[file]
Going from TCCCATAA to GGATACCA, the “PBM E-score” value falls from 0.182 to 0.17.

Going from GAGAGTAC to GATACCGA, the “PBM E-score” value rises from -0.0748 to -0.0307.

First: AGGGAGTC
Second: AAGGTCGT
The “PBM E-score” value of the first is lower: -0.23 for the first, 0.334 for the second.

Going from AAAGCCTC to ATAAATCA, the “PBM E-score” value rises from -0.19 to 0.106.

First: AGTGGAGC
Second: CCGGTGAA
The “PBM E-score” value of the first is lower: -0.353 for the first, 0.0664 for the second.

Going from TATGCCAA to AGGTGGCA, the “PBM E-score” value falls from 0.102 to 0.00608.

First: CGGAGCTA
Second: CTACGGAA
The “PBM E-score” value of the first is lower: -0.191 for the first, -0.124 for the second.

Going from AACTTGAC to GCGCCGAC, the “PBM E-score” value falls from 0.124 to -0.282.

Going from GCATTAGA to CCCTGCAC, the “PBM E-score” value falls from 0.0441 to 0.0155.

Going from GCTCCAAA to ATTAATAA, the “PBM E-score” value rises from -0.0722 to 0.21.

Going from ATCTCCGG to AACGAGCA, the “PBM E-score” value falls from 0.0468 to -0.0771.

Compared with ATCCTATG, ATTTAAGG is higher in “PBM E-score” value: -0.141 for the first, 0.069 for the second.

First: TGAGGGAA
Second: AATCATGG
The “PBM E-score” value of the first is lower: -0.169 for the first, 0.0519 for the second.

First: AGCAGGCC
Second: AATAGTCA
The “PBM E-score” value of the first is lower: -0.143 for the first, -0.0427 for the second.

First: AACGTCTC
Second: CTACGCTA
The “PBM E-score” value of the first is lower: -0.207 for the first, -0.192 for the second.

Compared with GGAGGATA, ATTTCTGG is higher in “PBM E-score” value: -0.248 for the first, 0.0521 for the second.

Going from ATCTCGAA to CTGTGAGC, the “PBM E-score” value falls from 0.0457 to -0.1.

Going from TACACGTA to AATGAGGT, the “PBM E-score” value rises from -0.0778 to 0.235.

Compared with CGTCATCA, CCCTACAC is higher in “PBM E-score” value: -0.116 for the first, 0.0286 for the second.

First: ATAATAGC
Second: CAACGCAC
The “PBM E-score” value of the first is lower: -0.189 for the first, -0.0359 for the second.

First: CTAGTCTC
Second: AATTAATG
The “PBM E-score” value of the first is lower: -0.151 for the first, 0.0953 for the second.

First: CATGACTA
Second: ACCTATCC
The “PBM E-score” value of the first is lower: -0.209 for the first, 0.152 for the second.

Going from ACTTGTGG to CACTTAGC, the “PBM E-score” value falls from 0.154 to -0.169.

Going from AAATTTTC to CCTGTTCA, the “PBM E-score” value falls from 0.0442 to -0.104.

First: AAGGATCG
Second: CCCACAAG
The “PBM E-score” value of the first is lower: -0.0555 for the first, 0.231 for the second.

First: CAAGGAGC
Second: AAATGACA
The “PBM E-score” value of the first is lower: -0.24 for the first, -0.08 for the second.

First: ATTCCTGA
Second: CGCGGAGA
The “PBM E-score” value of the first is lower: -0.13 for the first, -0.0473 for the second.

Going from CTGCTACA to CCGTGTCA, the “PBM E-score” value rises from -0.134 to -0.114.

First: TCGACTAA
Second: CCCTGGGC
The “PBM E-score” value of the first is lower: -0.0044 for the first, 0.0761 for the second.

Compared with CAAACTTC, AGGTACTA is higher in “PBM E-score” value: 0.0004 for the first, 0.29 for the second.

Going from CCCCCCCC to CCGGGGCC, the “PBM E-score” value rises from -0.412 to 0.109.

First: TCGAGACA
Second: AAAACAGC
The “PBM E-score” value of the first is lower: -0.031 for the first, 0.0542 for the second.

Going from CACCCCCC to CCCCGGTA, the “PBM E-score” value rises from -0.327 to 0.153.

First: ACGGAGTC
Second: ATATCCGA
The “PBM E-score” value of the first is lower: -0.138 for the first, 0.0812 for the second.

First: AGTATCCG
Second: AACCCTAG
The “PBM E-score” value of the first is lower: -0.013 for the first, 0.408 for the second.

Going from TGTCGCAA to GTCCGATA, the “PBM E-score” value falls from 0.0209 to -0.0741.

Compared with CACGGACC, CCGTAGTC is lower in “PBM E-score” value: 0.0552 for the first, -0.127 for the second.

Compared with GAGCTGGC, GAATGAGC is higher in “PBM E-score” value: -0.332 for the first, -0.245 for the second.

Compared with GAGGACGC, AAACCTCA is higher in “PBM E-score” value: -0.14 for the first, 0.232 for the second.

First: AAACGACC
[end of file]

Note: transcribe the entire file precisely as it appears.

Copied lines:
Going from TCCCATAA to GGATACCA, the “PBM E-score” value falls from 0.182 to 0.17.

Going from GAGAGTAC to GATACCGA, the “PBM E-score” value rises from -0.0748 to -0.0307.

First: AGGGAGTC
Second: AAGGTCGT
The “PBM E-score” value of the first is lower: -0.23 for the first, 0.334 for the second.

Going from AAAGCCTC to ATAAATCA, the “PBM E-score” value rises from -0.19 to 0.106.

First: AGTGGAGC
Second: CCGGTGAA
The “PBM E-score” value of the first is lower: -0.353 for the first, 0.0664 for the second.

Going from TATGCCAA to AGGTGGCA, the “PBM E-score” value falls from 0.102 to 0.00608.

First: CGGAGCTA
Second: CTACGGAA
The “PBM E-score” value of the first is lower: -0.191 for the first, -0.124 for the second.

Going from AACTTGAC to GCGCCGAC, the “PBM E-score” value falls from 0.124 to -0.282.

Going from GCATTAGA to CCCTGCAC, the “PBM E-score” value falls from 0.0441 to 0.0155.

Going from GCTCCAAA to ATTAATAA, the “PBM E-score” value rises from -0.0722 to 0.21.

Going from ATCTCCGG to AACGAGCA, the “PBM E-score” value falls from 0.0468 to -0.0771.

Compared with ATCCTATG, ATTTAAGG is higher in “PBM E-score” value: -0.141 for the first, 0.069 for the second.

First: TGAGGGAA
Second: AATCATGG
The “PBM E-score” value of the first is lower: -0.169 for the first, 0.0519 for the second.

First: AGCAGGCC
Second: AATAGTCA
The “PBM E-score” value of the first is lower: -0.143 for the first, -0.0427 for the second.

First: AACGTCTC
Second: CTACGCTA
The “PBM E-score” value of the first is lower: -0.207 for the first, -0.192 for the second.

Compared with GGAGGATA, ATTTCTGG is higher in “PBM E-score” value: -0.248 for the first, 0.0521 for the second.

Going from ATCTCGAA to CTGTGAGC, the “PBM E-score” value falls from 0.0457 to -0.1.

Going from TACACGTA to AATGAGGT, the “PBM E-score” value rises from -0.0778 to 0.235.

Compared with CGTCATCA, CCCTACAC is higher in “PBM E-score” value: -0.116 for the first, 0.0286 for the second.

First: ATAATAGC
Second: CAACGCAC
The “PBM E-score” value of the first is lower: -0.189 for the first, -0.0359 for the second.

First: CTAGTCTC
Second: AATTAATG
The “PBM E-score” value of the first is lower: -0.151 for the first, 0.0953 for the second.

First: CATGACTA
Second: ACCTATCC
The “PBM E-score” value of the first is lower: -0.209 for the first, 0.152 for the second.

Going from ACTTGTGG to CACTTAGC, the “PBM E-score” value falls from 0.154 to -0.169.

Going from AAATTTTC to CCTGTTCA, the “PBM E-score” value falls from 0.0442 to -0.104.

First: AAGGATCG
Second: CCCACAAG
The “PBM E-score” value of the first is lower: -0.0555 for the first, 0.231 for the second.

First: CAAGGAGC
Second: AAATGACA
The “PBM E-score” value of the first is lower: -0.24 for the first, -0.08 for the second.

First: ATTCCTGA
Second: CGCGGAGA
The “PBM E-score” value of the first is lower: -0.13 for the first, -0.0473 for the second.

Going from CTGCTACA to CCGTGTCA, the “PBM E-score” value rises from -0.134 to -0.114.

First: TCGACTAA
Second: CCCTGGGC
The “PBM E-score” value of the first is lower: -0.0044 for the first, 0.0761 for the second.

Compared with CAAACTTC, AGGTACTA is higher in “PBM E-score” value: 0.0004 for the first, 0.29 for the second.

Going from CCCCCCCC to CCGGGGCC, the “PBM E-score” value rises from -0.412 to 0.109.

First: TCGAGACA
Second: AAAACAGC
The “PBM E-score” value of the first is lower: -0.031 for the first, 0.0542 for the second.

Going from CACCCCCC to CCCCGGTA, the “PBM E-score” value rises from -0.327 to 0.153.

First: ACGGAGTC
Second: ATATCCGA
The “PBM E-score” value of the first is lower: -0.138 for the first, 0.0812 for the second.

First: AGTATCCG
Second: AACCCTAG
The “PBM E-score” value of the first is lower: -0.013 for the first, 0.408 for the second.

Going from TGTCGCAA to GTCCGATA, the “PBM E-score” value falls from 0.0209 to -0.0741.

Compared with CACGGACC, CCGTAGTC is lower in “PBM E-score” value: 0.0552 for the first, -0.127 for the second.

Compared with GAGCTGGC, GAATGAGC is higher in “PBM E-score” value: -0.332 for the first, -0.245 for the second.

Compared with GAGGACGC, AAACCTCA is higher in “PBM E-score” value: -0.14 for the first, 0.232 for the second.

First: AAACGACC